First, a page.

If that product page receives visits or has links pointing to it: The recommendation is to make a 301 redirect to the most similar product possible, or failing that, to a category related to that product, in this way we can partially maintain those visits and we'll mess up all those links.
If there is a similar product or a new version: In this case, the recommendation is to also do a 301 redirect, so we will take the traffic and pass the signals to the new product URL, and for the user, it will be a “clean” transition.
If there is no related product, no stock, or anything: My recommendation is to return a 410 error, which means "no longer available", and thus Google will not lose crawl resources on that page and you will not have the online store full of zombie products without stock (and that they will not have it again)
Other problems of not having stock: Empty categories
Another problem that comes from the lack of stock of products is that it may be the case that certain categories or product grids are left empty or with very few products, which also generates consequences at the SEO level since SERPs generally where the predominance is to show product categories, a URL without products in that category is likely to not appear or disappear from that SERPs. Therefore, in general, it is necessary to control that when one or several products run out of stock, the categories associated with these products do not remain empty, and if so, try to provide means to solve it. For example, leaving that product in "zombie mode" in that category, or categorizing new products within the category.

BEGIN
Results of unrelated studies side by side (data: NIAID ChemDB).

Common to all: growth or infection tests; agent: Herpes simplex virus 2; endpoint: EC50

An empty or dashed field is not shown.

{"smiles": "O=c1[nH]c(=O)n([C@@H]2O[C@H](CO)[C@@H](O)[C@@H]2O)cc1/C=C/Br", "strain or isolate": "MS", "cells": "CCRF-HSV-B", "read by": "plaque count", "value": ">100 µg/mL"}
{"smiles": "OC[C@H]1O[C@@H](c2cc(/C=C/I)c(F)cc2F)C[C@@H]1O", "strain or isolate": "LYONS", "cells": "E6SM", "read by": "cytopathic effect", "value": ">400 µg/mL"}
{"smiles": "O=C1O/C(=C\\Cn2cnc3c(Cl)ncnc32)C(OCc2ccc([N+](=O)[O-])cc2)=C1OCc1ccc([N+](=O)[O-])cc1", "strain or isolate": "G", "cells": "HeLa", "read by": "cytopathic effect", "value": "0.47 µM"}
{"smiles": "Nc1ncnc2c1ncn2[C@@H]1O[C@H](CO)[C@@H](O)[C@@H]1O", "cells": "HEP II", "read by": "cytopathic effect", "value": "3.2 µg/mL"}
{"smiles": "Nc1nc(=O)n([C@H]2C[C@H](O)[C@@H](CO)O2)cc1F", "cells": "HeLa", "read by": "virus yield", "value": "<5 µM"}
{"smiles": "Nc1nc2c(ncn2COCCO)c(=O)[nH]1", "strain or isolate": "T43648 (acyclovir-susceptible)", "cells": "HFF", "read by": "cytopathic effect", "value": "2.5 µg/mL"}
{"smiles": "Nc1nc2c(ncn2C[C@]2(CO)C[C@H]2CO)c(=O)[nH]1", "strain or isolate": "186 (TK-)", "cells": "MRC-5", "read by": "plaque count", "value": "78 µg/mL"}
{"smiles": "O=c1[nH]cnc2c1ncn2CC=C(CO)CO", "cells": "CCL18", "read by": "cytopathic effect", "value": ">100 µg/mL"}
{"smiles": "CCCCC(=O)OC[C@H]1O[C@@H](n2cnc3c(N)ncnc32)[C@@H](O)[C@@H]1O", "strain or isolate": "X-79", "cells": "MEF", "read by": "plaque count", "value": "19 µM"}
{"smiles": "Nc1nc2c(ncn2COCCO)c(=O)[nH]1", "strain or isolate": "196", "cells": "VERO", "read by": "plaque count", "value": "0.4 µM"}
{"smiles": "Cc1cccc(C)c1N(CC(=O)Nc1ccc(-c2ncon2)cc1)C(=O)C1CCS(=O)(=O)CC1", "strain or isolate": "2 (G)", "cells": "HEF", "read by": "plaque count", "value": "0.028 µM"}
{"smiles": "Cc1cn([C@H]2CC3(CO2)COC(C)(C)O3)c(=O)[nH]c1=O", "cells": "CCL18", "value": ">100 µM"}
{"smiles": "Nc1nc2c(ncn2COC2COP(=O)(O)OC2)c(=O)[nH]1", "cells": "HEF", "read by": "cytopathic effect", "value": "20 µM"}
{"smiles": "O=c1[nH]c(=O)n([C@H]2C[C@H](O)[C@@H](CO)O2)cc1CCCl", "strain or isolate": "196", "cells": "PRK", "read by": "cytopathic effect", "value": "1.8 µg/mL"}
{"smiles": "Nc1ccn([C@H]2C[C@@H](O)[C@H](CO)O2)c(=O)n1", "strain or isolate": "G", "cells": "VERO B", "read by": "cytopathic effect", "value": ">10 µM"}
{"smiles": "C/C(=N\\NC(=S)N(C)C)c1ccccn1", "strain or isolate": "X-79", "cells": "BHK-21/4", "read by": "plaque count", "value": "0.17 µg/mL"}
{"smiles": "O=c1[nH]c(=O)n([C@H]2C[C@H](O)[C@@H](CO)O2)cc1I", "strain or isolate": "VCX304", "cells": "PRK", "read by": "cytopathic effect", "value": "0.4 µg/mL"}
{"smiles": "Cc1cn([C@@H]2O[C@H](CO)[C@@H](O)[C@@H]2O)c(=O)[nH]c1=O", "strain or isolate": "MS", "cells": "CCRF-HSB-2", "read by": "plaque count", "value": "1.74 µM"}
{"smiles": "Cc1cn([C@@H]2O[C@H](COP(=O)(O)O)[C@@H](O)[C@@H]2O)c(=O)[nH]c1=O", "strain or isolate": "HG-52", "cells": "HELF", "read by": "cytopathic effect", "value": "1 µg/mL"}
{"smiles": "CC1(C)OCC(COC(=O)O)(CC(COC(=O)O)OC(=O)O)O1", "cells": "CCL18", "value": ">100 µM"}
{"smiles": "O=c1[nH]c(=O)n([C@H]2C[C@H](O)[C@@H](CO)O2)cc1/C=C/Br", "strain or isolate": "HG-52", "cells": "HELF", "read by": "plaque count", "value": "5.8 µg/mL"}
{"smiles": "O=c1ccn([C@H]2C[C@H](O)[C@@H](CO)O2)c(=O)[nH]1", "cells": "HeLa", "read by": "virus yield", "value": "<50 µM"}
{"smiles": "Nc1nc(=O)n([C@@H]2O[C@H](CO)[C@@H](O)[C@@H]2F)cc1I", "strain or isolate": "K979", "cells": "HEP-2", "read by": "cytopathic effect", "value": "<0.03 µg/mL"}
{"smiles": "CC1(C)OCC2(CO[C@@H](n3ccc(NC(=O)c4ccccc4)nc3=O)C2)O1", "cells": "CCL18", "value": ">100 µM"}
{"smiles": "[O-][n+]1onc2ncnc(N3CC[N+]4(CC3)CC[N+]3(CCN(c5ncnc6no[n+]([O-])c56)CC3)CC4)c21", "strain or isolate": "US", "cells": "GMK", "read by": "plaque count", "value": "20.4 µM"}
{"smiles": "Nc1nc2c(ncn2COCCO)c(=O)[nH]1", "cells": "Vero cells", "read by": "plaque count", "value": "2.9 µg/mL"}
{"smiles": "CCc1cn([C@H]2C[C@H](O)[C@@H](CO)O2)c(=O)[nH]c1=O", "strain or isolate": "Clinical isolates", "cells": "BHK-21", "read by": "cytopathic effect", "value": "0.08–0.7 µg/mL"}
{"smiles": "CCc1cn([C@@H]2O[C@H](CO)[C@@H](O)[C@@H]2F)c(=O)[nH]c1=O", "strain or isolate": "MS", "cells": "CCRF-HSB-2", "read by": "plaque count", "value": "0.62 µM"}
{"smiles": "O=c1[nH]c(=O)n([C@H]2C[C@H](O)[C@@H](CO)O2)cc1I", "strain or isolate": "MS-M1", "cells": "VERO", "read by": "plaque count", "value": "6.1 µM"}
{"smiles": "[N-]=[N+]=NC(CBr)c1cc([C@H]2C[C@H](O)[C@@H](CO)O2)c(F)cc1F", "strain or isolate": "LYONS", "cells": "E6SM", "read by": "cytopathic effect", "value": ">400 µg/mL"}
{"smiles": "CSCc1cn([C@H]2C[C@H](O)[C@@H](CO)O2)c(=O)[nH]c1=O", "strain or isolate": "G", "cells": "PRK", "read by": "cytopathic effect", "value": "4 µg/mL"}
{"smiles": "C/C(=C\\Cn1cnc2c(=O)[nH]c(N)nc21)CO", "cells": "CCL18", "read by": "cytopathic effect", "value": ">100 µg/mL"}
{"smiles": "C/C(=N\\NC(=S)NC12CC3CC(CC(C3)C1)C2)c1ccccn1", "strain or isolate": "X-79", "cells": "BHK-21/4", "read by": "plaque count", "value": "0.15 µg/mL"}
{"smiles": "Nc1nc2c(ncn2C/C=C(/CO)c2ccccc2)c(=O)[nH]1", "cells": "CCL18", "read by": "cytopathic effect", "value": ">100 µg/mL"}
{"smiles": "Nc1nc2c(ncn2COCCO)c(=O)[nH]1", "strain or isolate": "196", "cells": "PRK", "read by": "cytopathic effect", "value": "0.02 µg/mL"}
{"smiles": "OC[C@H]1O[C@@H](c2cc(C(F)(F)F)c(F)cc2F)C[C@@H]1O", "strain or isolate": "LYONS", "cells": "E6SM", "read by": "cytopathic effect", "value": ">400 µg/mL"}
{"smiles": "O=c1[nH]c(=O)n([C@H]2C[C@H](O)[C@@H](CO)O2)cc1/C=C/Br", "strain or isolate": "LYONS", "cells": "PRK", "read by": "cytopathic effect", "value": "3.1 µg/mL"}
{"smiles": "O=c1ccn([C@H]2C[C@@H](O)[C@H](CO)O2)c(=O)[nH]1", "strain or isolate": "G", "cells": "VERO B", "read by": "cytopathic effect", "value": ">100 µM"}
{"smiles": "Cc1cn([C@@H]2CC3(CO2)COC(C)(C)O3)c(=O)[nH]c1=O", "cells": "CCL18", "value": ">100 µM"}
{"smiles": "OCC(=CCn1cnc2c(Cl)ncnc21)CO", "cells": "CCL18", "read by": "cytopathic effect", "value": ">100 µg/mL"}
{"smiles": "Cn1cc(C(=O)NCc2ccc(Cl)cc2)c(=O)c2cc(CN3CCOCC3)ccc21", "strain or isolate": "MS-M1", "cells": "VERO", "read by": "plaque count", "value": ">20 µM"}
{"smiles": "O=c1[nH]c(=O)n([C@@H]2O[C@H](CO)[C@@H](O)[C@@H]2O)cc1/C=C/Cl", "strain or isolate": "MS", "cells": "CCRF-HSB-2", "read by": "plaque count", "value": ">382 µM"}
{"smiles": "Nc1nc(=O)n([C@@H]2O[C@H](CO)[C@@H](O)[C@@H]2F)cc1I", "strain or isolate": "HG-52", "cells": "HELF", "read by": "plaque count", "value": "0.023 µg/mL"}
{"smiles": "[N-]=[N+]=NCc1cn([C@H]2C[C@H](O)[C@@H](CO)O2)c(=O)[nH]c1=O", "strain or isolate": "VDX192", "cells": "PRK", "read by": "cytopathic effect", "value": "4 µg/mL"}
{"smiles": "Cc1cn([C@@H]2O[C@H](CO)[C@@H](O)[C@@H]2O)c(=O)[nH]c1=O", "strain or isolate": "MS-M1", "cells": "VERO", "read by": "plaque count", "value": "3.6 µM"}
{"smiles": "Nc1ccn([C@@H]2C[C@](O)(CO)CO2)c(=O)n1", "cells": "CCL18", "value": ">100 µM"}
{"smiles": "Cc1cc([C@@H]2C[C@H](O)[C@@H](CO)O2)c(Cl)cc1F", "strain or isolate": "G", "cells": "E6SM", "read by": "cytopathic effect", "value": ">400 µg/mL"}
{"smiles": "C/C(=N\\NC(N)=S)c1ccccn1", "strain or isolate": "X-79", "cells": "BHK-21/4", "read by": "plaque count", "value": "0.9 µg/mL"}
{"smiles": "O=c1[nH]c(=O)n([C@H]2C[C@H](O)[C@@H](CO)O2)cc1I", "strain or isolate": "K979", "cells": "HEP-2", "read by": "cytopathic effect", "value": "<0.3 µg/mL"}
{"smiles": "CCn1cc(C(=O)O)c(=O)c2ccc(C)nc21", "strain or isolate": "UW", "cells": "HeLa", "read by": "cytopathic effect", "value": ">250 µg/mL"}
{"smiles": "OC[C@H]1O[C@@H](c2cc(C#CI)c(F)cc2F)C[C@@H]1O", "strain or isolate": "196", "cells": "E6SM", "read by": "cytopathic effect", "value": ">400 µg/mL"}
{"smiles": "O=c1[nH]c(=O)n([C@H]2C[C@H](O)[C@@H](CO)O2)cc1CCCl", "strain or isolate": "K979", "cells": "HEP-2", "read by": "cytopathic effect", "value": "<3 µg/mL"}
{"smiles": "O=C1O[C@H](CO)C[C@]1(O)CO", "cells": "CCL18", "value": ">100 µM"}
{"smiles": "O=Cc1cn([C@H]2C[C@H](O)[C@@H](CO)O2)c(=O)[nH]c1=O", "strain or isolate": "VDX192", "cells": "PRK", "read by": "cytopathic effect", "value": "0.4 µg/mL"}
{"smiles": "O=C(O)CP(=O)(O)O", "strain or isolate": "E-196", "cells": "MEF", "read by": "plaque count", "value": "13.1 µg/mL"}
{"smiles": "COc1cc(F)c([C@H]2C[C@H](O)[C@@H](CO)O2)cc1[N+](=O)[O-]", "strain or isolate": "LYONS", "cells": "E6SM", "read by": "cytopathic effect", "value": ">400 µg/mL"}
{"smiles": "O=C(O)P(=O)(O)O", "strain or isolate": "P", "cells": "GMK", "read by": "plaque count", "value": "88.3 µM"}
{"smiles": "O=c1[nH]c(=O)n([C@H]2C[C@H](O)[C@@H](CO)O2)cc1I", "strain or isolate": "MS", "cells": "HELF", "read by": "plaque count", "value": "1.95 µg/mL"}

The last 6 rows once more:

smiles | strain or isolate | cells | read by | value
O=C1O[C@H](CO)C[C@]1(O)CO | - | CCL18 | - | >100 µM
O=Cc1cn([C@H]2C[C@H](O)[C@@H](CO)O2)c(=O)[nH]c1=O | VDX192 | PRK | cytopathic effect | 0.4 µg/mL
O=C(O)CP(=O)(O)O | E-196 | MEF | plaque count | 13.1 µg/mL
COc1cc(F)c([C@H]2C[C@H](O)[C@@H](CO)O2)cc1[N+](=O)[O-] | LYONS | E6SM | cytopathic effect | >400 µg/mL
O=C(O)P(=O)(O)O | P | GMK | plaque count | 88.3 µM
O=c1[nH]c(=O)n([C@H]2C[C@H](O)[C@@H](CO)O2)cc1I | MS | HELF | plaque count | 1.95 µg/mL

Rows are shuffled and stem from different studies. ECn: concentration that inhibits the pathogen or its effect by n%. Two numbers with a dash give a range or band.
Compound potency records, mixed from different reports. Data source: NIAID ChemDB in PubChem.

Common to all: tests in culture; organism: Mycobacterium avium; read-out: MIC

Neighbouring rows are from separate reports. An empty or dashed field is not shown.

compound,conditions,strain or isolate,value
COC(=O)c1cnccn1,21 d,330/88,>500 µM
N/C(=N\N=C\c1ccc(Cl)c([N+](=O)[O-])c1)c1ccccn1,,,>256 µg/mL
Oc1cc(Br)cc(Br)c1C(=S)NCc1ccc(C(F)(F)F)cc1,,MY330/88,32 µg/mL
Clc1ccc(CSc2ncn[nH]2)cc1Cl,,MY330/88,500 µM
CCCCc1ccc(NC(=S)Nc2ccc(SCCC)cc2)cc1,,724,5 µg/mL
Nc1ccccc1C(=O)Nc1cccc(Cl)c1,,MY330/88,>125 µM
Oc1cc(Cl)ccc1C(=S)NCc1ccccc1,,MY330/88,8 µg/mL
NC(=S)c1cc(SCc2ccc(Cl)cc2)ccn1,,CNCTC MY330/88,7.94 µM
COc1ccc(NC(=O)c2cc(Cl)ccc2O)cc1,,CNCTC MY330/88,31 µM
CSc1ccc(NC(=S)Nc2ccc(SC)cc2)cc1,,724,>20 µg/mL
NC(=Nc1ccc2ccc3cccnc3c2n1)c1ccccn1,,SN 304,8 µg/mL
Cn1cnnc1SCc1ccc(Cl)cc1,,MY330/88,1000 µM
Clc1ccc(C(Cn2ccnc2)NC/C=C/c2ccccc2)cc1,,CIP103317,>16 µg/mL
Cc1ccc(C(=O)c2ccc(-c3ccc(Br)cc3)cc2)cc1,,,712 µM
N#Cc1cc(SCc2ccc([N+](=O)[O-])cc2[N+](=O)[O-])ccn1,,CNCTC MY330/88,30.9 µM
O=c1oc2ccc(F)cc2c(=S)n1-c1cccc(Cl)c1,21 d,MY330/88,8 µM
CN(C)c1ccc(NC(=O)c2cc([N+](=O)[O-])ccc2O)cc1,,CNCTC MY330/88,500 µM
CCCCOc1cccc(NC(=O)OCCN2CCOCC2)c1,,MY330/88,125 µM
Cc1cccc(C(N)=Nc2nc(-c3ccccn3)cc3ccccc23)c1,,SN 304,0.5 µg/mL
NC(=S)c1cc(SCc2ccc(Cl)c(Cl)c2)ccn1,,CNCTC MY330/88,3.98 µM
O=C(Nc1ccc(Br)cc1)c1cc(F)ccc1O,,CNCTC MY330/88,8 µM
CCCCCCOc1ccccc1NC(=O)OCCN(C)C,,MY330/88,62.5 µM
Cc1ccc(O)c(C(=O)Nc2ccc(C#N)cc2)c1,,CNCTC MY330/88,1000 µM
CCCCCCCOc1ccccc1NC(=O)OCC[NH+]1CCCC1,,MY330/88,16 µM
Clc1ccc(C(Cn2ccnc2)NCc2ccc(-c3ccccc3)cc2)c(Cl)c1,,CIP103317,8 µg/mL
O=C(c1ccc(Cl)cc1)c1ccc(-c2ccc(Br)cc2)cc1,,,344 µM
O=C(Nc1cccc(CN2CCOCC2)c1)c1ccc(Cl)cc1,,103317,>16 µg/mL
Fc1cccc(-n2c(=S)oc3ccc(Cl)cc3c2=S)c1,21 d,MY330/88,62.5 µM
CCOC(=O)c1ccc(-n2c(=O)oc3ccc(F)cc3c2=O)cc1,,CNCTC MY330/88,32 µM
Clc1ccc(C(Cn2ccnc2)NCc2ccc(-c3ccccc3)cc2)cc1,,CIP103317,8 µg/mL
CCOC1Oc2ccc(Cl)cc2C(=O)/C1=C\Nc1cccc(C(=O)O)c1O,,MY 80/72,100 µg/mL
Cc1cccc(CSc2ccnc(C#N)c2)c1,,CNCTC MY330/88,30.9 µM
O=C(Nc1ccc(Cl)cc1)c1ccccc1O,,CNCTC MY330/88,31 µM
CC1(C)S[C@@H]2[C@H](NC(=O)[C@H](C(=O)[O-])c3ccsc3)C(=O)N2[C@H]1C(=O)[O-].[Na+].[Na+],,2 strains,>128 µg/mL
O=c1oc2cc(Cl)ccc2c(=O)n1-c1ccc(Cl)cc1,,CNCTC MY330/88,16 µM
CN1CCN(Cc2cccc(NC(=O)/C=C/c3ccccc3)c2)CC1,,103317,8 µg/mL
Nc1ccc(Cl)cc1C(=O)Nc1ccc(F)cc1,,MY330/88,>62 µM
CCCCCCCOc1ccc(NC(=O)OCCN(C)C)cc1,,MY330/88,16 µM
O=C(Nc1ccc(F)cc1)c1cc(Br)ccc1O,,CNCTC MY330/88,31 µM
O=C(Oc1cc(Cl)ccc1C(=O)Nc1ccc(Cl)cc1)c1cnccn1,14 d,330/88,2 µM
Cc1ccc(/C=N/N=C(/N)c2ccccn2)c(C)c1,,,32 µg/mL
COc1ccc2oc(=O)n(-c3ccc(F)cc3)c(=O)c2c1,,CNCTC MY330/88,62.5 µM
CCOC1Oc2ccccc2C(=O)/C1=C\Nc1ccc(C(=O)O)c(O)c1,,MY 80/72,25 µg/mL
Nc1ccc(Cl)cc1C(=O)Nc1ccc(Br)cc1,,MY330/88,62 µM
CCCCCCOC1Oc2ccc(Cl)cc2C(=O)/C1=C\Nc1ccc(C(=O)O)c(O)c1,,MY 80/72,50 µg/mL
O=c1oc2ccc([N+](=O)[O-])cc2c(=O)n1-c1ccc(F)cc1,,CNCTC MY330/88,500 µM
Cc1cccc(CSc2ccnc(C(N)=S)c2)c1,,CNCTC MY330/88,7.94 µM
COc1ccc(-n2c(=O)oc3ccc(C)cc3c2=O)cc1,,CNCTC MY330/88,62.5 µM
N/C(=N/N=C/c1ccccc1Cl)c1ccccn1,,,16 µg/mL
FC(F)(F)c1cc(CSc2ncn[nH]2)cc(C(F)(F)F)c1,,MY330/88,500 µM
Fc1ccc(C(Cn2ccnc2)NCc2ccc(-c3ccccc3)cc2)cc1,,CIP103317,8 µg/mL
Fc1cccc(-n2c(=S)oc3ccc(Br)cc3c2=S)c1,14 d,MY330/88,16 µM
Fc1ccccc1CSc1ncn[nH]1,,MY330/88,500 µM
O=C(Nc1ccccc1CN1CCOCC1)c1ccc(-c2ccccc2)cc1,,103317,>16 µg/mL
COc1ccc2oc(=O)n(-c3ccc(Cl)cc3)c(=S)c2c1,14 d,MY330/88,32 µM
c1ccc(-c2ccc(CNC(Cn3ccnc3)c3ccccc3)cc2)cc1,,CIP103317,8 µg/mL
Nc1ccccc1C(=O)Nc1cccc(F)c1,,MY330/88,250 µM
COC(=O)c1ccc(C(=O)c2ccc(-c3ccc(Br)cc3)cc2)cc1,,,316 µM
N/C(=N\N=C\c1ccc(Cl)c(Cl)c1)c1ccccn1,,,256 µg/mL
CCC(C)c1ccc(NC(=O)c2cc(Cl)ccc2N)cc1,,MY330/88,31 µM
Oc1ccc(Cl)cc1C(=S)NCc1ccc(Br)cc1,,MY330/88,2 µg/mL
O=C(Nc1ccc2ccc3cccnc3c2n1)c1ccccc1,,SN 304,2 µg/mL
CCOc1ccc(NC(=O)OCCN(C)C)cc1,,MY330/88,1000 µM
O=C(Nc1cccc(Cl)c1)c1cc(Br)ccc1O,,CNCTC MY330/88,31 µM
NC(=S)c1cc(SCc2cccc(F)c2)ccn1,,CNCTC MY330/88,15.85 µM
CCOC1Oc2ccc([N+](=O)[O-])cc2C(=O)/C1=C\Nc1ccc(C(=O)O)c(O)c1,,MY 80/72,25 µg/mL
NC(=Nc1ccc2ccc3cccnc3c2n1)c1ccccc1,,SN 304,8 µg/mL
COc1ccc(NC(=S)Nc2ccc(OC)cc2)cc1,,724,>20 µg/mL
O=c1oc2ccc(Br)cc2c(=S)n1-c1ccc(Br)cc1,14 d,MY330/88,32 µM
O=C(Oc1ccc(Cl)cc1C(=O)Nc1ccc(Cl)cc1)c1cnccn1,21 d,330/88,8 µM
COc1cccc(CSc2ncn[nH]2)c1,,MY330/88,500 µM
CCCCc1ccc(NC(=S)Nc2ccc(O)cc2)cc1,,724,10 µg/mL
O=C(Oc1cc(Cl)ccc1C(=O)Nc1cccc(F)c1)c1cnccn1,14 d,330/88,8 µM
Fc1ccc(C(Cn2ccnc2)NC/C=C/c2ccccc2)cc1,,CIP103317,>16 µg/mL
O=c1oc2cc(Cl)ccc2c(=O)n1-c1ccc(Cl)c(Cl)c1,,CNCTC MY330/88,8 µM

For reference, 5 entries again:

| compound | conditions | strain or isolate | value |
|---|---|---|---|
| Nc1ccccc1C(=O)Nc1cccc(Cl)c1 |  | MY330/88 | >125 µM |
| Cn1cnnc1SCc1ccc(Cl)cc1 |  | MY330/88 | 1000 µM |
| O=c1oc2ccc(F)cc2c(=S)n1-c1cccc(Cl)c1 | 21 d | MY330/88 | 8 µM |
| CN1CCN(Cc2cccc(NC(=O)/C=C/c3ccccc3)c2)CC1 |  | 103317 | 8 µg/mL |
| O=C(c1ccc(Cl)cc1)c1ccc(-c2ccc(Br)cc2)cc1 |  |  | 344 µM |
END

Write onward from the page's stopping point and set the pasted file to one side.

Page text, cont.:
It is not the most common, but I have seen it happen in many cases, so if you can, check this part as well.
Common practices when managing non-stock product pages in SEO
These are some of the common practices when managing product pages without stock, and like everything in SEO there is no specific solution, but here we leave you some of them, and because they are not a good solution in most cases, especially considering that we will have stock soon.
Error 404 (Not Found)
Do not return a 404 error to these product pages. These products will come back and you will want to sell them fast. If you return a 404 error for some time and then return a 200 (and this process will probably be repeated several times), you will end up making a mess for Google and it will surely end up not crawling and indexing this page again, which will end up being an SEO problem to re-sell that product from that same page. Not recommended
301 (Permanent redirect)